“My three-year-old niece, Lulu, sits alone at the kitchen table, eating a frozen waffle. It is early, barely sunrise, the day I have to turn myself in to juvie.
‘Hi, Lulu,’ I say as I stubble in. I haven’t really slept.
‘Hi, Aunt Sadie’, she says back.
I pour myself a cup of coffee that smells hours old and sit next to where Lulu pear he’s sideways on her booster seat.”
Said will do anything for her niece Lulu. She’s even prepared to take the wrap for her sisters stupidity and got to juvie for her. Sadie was always the responsible one, despite being younger. But now she’s taking the blame for a crime she didn’t commit to save her niece from losing her mum. It as meant to be a community service order, then the judge changed his mind. While Sadie is whine bars can she find it in herself to face up to the consequences and forgive her sister, or will it serve as time to sit and stew.
Juvie is one of those books that really surprised me. I went into it expecting to enjoy it and it was ok to start off with. But then as the story progressed I got more and more into it and by the end couldn’t put it down!
The story is brilliant and is told going back and forth between the present time, when Sadie is starting and is in juvie, and the past events including the thing that puts her in there and the fall out from it. By the end of it the past sections are just coming round to the point where the present ones take off and I loved that style of writing for this book as it worked so well for getting to know Sadie more as a character.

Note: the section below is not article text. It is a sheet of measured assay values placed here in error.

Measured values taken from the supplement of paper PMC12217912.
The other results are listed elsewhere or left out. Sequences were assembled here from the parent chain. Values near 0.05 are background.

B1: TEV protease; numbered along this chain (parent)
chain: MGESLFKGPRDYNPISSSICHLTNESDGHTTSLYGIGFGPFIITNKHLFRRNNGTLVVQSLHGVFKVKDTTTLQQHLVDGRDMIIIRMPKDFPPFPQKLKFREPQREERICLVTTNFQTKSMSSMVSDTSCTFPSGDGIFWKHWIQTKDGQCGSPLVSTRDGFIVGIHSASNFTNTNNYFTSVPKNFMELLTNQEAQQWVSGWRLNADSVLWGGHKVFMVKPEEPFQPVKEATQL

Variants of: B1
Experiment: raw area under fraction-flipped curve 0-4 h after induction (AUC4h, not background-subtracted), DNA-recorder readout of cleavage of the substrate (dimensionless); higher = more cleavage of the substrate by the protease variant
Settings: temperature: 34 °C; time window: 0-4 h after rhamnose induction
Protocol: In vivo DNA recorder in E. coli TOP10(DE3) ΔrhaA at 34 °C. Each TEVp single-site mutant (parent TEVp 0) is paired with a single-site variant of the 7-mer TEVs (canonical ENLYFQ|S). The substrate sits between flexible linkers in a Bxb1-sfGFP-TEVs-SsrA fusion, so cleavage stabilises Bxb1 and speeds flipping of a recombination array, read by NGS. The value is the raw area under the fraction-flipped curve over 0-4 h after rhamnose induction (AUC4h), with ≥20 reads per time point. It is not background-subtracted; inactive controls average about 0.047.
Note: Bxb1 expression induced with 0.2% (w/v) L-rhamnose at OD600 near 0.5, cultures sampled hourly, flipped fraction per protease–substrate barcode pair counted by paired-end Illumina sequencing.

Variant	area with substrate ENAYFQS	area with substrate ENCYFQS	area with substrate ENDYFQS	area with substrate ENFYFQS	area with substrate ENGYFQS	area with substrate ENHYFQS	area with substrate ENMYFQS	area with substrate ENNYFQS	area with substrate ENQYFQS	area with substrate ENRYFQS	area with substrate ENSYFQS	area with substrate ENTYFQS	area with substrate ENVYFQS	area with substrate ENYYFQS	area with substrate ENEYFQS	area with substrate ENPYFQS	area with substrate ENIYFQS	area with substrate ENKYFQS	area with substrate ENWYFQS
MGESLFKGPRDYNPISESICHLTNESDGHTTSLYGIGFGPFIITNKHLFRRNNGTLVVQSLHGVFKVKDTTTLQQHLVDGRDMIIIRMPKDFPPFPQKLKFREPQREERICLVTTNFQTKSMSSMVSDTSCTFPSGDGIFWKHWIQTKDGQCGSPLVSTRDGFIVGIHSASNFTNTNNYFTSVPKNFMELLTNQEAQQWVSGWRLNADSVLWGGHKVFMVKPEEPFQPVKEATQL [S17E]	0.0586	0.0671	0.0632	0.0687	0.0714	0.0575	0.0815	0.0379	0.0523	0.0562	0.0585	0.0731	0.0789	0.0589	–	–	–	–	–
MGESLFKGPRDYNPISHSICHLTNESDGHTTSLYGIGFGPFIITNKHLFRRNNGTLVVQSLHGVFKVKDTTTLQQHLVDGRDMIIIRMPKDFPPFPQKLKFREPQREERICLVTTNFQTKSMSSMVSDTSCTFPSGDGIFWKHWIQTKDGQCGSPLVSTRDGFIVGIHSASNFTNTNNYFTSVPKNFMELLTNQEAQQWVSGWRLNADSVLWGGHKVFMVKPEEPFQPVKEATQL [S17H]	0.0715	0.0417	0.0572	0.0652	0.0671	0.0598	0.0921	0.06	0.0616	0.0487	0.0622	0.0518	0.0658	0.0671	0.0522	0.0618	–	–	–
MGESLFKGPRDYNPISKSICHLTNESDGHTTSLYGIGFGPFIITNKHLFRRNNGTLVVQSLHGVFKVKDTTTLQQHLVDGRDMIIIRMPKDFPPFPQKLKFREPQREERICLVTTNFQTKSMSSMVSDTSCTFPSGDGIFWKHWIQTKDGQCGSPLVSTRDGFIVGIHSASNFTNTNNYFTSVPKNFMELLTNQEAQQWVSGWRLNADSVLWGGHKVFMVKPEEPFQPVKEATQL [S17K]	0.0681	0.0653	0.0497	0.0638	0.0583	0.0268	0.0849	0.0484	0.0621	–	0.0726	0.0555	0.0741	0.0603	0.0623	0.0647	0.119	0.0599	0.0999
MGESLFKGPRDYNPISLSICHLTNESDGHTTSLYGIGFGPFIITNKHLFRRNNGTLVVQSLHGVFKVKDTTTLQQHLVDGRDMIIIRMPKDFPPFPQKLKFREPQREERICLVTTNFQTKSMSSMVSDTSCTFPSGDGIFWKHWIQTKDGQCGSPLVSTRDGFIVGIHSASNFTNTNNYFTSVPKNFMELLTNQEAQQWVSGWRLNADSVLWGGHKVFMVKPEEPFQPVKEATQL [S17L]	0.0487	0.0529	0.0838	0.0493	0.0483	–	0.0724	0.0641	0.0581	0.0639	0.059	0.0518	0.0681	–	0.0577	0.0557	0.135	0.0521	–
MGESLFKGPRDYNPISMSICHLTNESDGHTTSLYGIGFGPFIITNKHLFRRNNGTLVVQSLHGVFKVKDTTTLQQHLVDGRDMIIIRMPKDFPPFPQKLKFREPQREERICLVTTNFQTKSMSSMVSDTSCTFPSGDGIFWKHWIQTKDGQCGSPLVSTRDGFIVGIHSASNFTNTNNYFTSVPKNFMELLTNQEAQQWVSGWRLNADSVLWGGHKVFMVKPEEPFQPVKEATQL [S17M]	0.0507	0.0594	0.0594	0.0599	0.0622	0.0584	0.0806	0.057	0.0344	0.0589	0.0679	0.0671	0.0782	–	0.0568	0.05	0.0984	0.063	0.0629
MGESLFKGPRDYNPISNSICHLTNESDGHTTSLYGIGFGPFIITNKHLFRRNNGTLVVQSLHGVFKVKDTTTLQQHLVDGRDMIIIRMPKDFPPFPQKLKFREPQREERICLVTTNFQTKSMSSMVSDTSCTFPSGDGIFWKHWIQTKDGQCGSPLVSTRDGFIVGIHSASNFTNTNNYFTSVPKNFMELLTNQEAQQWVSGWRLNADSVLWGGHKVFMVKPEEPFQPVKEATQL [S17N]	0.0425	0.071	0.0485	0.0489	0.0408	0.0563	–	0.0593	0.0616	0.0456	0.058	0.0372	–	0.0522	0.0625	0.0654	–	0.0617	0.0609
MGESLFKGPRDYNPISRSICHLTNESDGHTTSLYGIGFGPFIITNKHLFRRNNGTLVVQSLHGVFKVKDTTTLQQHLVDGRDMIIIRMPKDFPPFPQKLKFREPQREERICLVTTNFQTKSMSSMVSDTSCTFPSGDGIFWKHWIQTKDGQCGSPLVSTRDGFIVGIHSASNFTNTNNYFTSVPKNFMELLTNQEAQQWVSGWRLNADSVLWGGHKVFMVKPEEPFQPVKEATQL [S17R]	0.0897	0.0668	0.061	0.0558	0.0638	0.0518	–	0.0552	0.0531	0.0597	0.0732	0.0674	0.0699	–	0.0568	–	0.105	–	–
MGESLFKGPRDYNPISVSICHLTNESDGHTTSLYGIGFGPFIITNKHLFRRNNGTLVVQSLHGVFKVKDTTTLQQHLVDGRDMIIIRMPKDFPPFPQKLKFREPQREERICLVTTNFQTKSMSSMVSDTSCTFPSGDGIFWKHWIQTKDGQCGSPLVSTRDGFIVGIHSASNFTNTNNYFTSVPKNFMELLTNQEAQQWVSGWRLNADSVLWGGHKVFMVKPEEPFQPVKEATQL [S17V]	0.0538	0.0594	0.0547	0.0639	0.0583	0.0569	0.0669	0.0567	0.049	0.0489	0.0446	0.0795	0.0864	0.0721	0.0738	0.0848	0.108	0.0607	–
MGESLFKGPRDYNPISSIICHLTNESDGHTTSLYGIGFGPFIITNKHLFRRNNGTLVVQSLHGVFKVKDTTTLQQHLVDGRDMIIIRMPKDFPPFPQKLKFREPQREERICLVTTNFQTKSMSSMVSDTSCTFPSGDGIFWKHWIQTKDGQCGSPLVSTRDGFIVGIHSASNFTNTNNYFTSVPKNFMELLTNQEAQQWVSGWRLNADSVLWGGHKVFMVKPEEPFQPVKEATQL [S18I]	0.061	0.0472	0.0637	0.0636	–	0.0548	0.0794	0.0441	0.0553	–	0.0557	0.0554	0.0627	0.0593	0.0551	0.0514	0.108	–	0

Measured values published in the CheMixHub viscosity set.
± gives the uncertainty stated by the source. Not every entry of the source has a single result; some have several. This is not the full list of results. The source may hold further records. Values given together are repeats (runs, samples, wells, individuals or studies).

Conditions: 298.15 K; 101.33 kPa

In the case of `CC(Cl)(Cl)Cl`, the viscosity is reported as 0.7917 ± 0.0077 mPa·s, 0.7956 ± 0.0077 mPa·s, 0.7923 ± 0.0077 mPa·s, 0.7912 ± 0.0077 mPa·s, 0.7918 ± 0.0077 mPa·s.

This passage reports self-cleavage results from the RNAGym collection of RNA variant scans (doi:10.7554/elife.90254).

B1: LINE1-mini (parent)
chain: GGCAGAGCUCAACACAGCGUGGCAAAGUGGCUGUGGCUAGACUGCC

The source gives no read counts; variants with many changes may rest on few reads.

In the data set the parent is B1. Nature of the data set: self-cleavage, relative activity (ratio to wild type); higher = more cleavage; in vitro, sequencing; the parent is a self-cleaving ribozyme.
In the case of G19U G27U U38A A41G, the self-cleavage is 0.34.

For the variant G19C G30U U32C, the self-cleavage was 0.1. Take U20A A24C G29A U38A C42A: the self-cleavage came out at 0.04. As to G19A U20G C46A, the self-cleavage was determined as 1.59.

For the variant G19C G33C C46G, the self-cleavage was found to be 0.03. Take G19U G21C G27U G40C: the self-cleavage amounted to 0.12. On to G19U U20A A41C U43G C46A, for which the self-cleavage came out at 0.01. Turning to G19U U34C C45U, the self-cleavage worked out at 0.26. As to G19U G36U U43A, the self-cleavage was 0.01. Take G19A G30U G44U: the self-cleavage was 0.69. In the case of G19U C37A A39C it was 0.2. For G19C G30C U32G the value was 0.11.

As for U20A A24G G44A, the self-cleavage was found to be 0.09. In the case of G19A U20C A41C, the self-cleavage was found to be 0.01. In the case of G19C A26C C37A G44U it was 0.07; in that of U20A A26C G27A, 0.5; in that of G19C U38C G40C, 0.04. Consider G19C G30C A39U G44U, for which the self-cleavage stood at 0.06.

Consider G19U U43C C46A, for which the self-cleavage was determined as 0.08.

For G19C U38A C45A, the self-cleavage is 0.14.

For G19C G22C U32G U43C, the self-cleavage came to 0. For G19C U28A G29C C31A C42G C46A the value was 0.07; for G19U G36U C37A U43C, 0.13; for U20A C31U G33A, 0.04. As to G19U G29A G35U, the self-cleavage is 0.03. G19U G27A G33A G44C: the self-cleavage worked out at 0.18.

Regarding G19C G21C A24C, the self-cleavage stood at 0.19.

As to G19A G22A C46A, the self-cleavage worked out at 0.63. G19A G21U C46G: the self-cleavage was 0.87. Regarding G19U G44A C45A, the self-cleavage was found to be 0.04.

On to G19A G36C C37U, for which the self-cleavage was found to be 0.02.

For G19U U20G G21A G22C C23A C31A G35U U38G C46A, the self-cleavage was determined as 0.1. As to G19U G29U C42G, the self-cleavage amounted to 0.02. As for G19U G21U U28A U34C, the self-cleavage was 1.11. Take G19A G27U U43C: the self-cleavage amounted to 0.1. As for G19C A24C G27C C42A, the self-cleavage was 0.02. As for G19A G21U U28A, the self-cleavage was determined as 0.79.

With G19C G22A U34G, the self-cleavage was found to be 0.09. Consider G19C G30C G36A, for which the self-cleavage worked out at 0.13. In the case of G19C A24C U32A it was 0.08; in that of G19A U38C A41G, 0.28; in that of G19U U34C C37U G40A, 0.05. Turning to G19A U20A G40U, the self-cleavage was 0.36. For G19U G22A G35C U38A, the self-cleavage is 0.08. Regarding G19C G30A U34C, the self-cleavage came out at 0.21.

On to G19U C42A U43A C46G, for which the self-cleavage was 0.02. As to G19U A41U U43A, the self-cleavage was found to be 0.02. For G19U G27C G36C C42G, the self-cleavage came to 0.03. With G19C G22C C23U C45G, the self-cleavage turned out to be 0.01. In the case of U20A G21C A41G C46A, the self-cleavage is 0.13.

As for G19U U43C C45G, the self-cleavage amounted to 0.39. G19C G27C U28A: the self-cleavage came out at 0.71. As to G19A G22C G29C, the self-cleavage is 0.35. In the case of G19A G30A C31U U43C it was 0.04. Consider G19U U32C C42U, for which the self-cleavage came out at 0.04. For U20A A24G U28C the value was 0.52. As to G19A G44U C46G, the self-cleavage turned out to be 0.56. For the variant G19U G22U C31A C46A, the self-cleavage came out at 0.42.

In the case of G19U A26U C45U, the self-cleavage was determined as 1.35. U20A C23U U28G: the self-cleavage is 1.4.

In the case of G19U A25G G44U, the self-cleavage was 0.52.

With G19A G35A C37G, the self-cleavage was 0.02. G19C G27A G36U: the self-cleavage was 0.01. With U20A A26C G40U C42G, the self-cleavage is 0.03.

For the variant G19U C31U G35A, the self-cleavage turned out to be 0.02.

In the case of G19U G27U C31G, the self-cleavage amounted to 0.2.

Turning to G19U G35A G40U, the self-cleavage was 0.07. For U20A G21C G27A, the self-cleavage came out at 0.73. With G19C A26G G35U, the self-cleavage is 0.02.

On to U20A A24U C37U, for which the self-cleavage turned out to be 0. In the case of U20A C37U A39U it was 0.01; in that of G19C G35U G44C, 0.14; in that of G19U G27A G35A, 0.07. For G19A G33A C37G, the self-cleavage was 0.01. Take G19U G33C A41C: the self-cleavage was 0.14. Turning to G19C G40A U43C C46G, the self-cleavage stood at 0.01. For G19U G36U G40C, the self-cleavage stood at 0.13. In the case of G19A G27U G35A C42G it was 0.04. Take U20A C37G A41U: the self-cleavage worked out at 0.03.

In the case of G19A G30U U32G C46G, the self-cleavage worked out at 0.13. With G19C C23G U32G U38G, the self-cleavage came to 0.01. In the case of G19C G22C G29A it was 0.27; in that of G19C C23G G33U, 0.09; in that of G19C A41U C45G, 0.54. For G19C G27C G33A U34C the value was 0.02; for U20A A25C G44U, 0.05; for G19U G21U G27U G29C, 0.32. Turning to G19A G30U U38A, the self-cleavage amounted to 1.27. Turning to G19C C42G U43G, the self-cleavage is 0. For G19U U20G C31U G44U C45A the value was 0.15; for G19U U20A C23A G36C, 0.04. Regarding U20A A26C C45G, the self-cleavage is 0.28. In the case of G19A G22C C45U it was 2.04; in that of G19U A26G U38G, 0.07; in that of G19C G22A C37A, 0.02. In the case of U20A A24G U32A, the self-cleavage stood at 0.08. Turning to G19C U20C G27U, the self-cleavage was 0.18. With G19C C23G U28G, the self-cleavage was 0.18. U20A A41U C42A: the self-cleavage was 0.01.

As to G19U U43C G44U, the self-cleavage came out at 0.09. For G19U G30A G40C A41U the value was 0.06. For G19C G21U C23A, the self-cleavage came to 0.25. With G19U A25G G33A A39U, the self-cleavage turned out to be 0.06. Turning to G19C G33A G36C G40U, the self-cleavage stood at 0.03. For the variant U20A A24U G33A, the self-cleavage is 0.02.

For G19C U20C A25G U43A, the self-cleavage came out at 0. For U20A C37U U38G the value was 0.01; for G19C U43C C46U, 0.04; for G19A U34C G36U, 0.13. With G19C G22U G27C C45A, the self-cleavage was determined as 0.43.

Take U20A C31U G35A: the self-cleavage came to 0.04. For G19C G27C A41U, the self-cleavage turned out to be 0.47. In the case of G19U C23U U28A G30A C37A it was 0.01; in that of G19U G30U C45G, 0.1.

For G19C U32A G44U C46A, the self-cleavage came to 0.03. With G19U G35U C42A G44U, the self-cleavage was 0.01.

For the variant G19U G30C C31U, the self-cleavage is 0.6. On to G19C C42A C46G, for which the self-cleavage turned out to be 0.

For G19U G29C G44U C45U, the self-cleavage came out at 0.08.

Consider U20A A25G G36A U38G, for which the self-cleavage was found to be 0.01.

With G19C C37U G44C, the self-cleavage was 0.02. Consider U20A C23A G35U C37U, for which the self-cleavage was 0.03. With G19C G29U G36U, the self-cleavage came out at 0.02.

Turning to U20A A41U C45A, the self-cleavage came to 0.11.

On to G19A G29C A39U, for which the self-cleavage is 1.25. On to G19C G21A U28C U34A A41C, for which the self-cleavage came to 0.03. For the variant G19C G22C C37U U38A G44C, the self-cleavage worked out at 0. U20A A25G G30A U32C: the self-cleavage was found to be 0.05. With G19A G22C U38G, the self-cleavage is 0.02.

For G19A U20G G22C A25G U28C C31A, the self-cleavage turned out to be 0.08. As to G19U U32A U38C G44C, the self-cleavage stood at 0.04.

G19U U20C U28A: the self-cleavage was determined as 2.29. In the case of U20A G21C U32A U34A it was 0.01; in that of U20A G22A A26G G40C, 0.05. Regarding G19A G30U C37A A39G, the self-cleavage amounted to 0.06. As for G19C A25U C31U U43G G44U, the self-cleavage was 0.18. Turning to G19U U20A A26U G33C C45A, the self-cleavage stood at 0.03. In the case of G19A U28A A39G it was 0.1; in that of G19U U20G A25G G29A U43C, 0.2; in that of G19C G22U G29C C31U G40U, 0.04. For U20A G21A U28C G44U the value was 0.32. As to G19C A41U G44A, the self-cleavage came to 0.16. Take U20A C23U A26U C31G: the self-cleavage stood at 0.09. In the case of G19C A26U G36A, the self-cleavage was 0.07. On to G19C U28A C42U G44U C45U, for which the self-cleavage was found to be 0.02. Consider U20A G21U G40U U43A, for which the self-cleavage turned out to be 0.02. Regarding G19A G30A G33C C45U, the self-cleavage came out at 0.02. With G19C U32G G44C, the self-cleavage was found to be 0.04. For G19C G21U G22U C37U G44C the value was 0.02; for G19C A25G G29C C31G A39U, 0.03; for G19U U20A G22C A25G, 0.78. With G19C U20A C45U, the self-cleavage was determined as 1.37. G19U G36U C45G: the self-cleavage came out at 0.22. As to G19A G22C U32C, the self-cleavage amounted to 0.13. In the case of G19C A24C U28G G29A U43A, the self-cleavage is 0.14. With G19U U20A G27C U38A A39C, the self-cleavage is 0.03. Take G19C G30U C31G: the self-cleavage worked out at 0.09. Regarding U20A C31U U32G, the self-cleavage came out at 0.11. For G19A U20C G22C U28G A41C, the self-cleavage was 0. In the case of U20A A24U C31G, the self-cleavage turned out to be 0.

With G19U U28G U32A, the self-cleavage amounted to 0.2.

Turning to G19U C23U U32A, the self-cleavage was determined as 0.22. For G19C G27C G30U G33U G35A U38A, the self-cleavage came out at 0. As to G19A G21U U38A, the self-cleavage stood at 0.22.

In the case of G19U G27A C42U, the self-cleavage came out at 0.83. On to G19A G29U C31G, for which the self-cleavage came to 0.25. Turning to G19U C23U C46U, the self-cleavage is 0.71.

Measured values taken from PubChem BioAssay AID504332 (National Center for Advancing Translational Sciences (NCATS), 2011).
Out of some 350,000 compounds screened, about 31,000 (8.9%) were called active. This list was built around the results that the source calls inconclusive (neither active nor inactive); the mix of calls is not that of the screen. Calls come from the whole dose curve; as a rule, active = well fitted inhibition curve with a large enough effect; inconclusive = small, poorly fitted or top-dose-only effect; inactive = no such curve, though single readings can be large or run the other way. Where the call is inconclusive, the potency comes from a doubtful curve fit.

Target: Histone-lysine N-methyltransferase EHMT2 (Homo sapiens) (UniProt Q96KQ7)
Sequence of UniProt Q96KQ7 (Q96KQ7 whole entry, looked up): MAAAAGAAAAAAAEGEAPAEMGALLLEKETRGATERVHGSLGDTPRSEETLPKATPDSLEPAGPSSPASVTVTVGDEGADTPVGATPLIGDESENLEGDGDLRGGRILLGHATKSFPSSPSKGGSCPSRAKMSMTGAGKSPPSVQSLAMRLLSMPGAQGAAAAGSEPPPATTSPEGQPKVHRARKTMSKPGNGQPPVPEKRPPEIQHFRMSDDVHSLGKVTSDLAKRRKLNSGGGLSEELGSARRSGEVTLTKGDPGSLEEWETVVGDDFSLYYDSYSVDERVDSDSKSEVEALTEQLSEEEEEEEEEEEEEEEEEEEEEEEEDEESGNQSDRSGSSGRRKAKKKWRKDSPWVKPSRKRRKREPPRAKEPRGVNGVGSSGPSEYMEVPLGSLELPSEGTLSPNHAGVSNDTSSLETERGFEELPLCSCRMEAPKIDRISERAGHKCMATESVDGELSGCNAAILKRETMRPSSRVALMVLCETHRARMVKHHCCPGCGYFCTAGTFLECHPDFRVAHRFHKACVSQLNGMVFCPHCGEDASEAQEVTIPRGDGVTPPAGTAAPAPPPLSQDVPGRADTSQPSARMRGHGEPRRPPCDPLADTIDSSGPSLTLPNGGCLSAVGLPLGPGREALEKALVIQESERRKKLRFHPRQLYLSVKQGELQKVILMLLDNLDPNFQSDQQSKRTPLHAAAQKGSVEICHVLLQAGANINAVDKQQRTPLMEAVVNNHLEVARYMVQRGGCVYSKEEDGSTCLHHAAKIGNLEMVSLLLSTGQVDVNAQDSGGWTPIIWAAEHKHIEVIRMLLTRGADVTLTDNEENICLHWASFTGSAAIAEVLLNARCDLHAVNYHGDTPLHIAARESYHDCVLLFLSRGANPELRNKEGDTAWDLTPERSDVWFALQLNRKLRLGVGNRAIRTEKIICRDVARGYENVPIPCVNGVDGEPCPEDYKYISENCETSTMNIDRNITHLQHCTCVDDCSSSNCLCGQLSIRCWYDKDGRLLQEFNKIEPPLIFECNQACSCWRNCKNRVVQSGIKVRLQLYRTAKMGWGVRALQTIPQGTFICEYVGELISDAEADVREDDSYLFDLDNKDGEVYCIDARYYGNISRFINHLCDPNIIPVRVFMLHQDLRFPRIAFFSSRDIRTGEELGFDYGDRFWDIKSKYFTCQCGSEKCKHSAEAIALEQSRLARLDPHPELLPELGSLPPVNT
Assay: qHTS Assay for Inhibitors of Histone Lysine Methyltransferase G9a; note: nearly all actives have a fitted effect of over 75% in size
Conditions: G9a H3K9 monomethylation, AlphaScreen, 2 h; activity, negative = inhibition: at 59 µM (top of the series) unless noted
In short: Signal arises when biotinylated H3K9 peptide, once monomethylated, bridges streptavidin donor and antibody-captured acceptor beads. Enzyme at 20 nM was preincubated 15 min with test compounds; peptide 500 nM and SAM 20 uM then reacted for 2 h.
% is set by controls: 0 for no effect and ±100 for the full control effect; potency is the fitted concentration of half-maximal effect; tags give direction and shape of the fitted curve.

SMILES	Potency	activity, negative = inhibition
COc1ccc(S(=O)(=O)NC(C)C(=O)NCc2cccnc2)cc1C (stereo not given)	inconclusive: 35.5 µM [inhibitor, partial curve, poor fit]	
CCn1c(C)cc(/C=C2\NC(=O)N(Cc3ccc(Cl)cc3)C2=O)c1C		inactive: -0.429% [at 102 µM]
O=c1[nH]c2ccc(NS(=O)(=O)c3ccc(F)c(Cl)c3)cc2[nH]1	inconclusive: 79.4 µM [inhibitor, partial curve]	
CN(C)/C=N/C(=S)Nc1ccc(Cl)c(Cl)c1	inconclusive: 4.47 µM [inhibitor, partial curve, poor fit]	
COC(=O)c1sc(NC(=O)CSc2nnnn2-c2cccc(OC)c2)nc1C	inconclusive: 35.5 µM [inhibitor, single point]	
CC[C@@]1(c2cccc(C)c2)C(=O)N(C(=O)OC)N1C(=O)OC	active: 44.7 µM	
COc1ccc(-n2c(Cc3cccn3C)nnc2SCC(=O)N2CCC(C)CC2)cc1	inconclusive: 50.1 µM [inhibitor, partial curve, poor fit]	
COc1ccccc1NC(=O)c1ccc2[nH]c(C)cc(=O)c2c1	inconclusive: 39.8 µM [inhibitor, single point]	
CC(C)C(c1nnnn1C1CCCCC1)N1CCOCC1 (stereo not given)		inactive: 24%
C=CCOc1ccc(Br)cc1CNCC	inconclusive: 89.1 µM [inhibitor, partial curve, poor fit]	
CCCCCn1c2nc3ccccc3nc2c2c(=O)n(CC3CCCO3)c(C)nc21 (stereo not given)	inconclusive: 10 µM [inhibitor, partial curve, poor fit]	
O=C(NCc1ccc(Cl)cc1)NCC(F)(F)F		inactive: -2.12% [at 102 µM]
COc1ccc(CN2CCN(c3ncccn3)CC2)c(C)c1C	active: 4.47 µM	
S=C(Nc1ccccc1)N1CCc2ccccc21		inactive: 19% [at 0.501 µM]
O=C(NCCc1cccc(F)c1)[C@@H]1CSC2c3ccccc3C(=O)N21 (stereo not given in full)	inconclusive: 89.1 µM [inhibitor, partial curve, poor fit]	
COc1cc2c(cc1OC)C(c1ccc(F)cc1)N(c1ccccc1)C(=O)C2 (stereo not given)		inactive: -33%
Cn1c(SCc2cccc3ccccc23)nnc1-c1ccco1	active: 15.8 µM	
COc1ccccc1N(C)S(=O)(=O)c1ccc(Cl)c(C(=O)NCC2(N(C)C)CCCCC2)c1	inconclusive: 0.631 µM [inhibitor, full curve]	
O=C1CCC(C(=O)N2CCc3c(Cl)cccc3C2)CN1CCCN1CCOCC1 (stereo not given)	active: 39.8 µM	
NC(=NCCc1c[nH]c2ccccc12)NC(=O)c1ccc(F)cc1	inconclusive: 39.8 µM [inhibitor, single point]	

The whole book comes with a message which I think is really important. It’s subtle and isn’t really enforced in anyway but it kinda serves to remind you that all actions come with consequences and sometimes, though it’s hard, we have to take responsibility for those actions. Sadie was in the wrong place at the wrong time but her story shouldn’t focus on that too much and it doesn’t, or at least it didn’t for me.
I really enjoyed juvie and think a lot of people will. It’s gritty in the right places, and the flashbacks allows for breaks in the really crappy juvie environment. I thought it was interesting to read because I’ve not read a book in that setting before but with comparisons to Orange is the New Black I’m not sure someone who’s a fan of that show would necessarily be blown away by this book! I definitely would recommend it to young adults who like the grittier story though.Juvie was published by Walker book on January 1st 2015. My copy was sent to me from the publisher in exchange for an honest review. To buy the book or for more info please visit: Amazon | Hive | Goodreads | Author website